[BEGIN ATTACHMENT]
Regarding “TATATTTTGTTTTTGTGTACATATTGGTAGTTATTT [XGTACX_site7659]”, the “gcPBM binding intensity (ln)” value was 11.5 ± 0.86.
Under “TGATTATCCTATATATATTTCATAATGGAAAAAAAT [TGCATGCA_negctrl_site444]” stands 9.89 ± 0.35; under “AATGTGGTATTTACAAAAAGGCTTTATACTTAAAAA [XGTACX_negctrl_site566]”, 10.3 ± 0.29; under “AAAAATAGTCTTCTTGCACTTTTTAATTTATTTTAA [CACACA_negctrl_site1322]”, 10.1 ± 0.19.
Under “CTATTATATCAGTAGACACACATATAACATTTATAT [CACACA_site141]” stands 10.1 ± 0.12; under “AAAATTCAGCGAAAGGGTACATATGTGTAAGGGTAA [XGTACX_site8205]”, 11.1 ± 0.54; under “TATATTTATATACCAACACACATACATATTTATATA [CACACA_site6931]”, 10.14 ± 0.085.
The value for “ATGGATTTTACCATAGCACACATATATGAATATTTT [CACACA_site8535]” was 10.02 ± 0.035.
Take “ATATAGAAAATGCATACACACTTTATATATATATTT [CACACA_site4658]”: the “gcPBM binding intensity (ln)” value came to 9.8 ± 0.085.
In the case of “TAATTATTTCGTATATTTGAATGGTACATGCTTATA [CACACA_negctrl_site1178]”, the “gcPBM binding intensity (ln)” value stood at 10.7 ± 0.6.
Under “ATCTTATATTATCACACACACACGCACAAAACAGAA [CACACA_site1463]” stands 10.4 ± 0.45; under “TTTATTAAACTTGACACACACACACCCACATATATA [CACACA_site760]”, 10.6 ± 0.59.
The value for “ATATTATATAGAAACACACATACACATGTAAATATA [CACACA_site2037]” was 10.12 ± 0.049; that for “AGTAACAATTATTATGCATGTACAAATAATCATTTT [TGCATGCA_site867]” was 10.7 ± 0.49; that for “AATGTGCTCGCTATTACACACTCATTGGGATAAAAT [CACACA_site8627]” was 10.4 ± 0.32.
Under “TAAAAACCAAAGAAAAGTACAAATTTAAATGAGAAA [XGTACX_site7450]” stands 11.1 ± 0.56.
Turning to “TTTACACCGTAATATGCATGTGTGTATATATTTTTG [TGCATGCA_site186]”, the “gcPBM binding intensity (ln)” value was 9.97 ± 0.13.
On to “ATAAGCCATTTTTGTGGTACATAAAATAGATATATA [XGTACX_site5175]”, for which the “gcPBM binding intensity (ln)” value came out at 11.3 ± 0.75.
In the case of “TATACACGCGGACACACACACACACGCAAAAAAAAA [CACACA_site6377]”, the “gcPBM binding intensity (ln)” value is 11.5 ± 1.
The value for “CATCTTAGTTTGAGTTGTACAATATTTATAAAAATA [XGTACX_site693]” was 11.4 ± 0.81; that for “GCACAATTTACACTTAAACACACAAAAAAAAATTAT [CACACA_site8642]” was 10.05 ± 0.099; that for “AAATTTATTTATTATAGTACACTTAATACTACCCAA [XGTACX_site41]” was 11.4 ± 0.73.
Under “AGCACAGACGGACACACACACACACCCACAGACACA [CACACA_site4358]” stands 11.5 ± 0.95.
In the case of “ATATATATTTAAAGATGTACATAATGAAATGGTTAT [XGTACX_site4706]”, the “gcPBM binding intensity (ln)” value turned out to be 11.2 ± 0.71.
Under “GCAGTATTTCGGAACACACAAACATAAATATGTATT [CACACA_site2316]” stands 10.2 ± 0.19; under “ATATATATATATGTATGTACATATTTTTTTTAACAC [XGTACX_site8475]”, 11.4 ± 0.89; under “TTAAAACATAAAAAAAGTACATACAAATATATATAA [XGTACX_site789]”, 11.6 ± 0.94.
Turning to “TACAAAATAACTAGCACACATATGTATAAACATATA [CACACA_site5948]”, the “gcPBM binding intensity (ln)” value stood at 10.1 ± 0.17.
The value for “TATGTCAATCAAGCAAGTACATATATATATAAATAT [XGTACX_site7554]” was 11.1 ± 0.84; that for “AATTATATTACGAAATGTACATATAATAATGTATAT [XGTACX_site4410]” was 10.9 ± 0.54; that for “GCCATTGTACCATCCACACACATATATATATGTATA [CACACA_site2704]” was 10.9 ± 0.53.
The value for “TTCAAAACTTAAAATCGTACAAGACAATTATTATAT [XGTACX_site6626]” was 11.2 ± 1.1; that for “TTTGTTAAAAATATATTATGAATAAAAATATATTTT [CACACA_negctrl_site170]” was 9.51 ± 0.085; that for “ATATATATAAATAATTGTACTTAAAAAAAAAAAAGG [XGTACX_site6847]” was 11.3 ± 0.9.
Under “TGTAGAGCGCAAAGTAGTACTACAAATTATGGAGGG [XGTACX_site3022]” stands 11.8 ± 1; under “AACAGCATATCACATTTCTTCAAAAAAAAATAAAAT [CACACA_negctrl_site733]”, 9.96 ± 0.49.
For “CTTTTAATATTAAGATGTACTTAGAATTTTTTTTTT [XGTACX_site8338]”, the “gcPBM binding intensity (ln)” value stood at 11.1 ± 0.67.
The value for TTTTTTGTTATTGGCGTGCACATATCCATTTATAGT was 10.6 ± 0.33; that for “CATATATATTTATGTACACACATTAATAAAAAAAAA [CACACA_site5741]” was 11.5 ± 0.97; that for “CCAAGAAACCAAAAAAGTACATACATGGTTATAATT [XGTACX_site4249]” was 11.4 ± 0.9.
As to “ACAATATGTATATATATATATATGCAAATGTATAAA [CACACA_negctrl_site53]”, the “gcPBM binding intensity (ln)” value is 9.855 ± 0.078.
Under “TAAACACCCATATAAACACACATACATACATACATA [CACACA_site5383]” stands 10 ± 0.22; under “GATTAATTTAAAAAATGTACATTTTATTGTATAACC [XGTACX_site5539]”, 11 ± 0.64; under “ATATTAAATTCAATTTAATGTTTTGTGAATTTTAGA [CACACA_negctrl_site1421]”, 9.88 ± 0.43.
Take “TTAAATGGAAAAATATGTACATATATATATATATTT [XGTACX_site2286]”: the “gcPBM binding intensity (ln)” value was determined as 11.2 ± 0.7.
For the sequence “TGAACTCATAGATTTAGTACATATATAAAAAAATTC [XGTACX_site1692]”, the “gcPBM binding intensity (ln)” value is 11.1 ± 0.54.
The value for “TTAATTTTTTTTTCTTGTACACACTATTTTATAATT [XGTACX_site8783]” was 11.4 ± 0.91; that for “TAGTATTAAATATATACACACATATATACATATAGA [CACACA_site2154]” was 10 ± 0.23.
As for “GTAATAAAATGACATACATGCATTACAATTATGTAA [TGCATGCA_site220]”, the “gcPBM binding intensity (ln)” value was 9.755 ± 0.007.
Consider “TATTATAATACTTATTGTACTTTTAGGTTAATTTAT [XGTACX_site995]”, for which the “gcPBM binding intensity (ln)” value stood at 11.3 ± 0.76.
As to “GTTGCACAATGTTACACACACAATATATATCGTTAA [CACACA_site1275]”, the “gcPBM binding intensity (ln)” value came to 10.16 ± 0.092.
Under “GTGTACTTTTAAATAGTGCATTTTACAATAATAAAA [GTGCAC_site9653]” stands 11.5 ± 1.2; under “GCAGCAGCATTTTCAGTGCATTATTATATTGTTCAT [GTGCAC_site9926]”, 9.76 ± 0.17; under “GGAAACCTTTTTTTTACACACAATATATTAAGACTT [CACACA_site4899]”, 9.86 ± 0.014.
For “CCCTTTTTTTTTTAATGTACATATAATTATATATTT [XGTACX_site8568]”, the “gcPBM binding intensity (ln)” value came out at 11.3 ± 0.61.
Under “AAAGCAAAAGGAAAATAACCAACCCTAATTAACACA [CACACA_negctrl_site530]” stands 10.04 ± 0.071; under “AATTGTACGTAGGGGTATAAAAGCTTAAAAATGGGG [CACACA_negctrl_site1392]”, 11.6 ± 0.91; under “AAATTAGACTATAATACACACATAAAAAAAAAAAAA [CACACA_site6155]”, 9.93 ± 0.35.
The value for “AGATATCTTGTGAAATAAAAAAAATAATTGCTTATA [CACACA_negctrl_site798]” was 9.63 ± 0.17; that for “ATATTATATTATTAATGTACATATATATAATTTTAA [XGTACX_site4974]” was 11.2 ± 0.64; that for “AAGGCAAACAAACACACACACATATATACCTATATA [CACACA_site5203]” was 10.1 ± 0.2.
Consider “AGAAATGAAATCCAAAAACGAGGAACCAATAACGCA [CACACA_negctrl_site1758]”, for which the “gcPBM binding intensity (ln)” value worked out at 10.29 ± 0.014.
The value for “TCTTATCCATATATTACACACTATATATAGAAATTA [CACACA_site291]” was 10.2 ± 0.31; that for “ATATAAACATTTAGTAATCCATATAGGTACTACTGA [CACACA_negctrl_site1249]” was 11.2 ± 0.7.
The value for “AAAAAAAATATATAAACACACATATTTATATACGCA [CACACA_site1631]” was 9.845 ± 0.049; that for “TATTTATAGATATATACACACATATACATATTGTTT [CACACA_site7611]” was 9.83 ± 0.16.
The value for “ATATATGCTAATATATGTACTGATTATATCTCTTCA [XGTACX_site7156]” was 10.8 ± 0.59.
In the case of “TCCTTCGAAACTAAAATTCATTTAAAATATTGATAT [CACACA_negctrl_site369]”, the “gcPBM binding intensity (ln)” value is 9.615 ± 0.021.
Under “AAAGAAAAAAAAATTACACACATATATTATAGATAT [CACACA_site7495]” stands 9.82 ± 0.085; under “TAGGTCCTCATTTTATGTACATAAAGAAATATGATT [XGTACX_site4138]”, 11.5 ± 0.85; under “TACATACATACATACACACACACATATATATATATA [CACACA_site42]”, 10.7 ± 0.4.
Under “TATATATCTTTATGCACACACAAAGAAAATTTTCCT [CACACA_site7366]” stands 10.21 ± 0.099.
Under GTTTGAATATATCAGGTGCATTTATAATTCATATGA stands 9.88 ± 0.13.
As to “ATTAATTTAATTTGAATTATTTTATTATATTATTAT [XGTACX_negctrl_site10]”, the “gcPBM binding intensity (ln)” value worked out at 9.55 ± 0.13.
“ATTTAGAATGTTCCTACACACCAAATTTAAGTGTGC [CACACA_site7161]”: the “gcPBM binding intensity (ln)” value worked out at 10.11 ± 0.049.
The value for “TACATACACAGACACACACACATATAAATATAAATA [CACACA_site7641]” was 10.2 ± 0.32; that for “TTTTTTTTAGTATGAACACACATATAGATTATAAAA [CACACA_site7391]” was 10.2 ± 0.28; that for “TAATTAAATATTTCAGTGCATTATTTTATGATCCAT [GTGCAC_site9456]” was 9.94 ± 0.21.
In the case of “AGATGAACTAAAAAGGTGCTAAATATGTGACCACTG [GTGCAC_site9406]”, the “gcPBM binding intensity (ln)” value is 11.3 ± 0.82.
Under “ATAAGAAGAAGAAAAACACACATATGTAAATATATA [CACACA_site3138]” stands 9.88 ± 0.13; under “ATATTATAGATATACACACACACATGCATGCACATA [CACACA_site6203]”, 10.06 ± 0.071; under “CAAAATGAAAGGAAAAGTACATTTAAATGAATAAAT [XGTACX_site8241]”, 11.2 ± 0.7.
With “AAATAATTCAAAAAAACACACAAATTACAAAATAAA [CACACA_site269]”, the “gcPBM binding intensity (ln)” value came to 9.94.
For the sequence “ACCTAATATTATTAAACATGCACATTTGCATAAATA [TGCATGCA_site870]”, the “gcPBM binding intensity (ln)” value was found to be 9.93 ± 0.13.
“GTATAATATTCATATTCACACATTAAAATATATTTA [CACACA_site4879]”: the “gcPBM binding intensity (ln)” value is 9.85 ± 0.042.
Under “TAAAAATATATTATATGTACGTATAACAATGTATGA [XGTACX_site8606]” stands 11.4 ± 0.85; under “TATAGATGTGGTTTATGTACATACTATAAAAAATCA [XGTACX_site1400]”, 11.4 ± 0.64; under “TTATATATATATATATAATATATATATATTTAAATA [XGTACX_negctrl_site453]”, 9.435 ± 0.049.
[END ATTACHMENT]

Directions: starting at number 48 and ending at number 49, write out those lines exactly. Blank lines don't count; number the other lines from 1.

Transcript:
With “AAATAATTCAAAAAAACACACAAATTACAAAATAAA [CACACA_site269]”, the “gcPBM binding intensity (ln)” value came to 9.94.
For the sequence “ACCTAATATTATTAAACATGCACATTTGCATAAATA [TGCATGCA_site870]”, the “gcPBM binding intensity (ln)” value was found to be 9.93 ± 0.13.